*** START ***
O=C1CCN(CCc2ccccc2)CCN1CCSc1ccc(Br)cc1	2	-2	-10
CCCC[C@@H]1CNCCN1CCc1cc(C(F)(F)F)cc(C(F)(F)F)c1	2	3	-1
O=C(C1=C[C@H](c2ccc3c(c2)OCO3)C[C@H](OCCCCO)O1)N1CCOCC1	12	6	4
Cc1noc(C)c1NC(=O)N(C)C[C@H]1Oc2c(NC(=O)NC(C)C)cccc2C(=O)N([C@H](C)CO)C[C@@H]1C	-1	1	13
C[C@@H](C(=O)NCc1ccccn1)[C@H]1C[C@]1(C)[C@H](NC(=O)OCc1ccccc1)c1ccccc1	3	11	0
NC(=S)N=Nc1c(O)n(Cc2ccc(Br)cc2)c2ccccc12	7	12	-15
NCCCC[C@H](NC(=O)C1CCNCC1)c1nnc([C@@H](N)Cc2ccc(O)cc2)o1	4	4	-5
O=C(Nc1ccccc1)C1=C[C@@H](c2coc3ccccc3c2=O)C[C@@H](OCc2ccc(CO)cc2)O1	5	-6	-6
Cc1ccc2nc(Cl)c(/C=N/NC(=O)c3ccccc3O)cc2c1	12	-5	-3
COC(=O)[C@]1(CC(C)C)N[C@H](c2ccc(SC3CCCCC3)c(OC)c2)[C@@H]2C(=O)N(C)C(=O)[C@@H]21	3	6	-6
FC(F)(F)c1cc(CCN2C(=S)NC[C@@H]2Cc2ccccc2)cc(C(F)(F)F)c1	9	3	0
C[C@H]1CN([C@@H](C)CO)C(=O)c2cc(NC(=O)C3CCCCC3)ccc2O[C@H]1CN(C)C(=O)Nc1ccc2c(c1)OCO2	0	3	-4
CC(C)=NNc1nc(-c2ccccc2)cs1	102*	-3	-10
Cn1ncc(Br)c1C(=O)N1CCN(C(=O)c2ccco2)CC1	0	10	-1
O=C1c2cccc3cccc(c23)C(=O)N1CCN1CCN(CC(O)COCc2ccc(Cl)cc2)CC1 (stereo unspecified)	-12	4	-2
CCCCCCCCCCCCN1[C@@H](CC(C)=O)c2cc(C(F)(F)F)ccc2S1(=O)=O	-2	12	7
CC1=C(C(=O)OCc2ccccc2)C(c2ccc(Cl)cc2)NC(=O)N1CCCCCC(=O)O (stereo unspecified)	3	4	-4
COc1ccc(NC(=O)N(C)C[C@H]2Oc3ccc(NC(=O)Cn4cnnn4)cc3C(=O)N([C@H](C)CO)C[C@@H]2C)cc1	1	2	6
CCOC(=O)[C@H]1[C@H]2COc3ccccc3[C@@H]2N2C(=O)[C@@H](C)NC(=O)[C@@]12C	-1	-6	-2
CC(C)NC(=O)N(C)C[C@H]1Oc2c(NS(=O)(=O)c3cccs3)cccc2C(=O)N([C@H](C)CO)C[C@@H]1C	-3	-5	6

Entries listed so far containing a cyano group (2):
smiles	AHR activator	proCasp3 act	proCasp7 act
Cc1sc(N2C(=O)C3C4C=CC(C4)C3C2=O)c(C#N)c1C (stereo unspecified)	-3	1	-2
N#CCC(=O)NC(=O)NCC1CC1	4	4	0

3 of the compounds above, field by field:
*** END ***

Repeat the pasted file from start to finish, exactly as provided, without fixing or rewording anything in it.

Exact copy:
O=C1CCN(CCc2ccccc2)CCN1CCSc1ccc(Br)cc1	2	-2	-10
CCCC[C@@H]1CNCCN1CCc1cc(C(F)(F)F)cc(C(F)(F)F)c1	2	3	-1
O=C(C1=C[C@H](c2ccc3c(c2)OCO3)C[C@H](OCCCCO)O1)N1CCOCC1	12	6	4
Cc1noc(C)c1NC(=O)N(C)C[C@H]1Oc2c(NC(=O)NC(C)C)cccc2C(=O)N([C@H](C)CO)C[C@@H]1C	-1	1	13
C[C@@H](C(=O)NCc1ccccn1)[C@H]1C[C@]1(C)[C@H](NC(=O)OCc1ccccc1)c1ccccc1	3	11	0
NC(=S)N=Nc1c(O)n(Cc2ccc(Br)cc2)c2ccccc12	7	12	-15
NCCCC[C@H](NC(=O)C1CCNCC1)c1nnc([C@@H](N)Cc2ccc(O)cc2)o1	4	4	-5
O=C(Nc1ccccc1)C1=C[C@@H](c2coc3ccccc3c2=O)C[C@@H](OCc2ccc(CO)cc2)O1	5	-6	-6
Cc1ccc2nc(Cl)c(/C=N/NC(=O)c3ccccc3O)cc2c1	12	-5	-3
COC(=O)[C@]1(CC(C)C)N[C@H](c2ccc(SC3CCCCC3)c(OC)c2)[C@@H]2C(=O)N(C)C(=O)[C@@H]21	3	6	-6
FC(F)(F)c1cc(CCN2C(=S)NC[C@@H]2Cc2ccccc2)cc(C(F)(F)F)c1	9	3	0
C[C@H]1CN([C@@H](C)CO)C(=O)c2cc(NC(=O)C3CCCCC3)ccc2O[C@H]1CN(C)C(=O)Nc1ccc2c(c1)OCO2	0	3	-4
CC(C)=NNc1nc(-c2ccccc2)cs1	102*	-3	-10
Cn1ncc(Br)c1C(=O)N1CCN(C(=O)c2ccco2)CC1	0	10	-1
O=C1c2cccc3cccc(c23)C(=O)N1CCN1CCN(CC(O)COCc2ccc(Cl)cc2)CC1 (stereo unspecified)	-12	4	-2
CCCCCCCCCCCCN1[C@@H](CC(C)=O)c2cc(C(F)(F)F)ccc2S1(=O)=O	-2	12	7
CC1=C(C(=O)OCc2ccccc2)C(c2ccc(Cl)cc2)NC(=O)N1CCCCCC(=O)O (stereo unspecified)	3	4	-4
COc1ccc(NC(=O)N(C)C[C@H]2Oc3ccc(NC(=O)Cn4cnnn4)cc3C(=O)N([C@H](C)CO)C[C@@H]2C)cc1	1	2	6
CCOC(=O)[C@H]1[C@H]2COc3ccccc3[C@@H]2N2C(=O)[C@@H](C)NC(=O)[C@@]12C	-1	-6	-2
CC(C)NC(=O)N(C)C[C@H]1Oc2c(NS(=O)(=O)c3cccs3)cccc2C(=O)N([C@H](C)CO)C[C@@H]1C	-3	-5	6

Entries listed so far containing a cyano group (2):
smiles	AHR activator	proCasp3 act	proCasp7 act
Cc1sc(N2C(=O)C3C4C=CC(C4)C3C2=O)c(C#N)c1C (stereo unspecified)	-3	1	-2
N#CCC(=O)NC(=O)NCC1CC1	4	4	0

3 of the compounds above, field by field: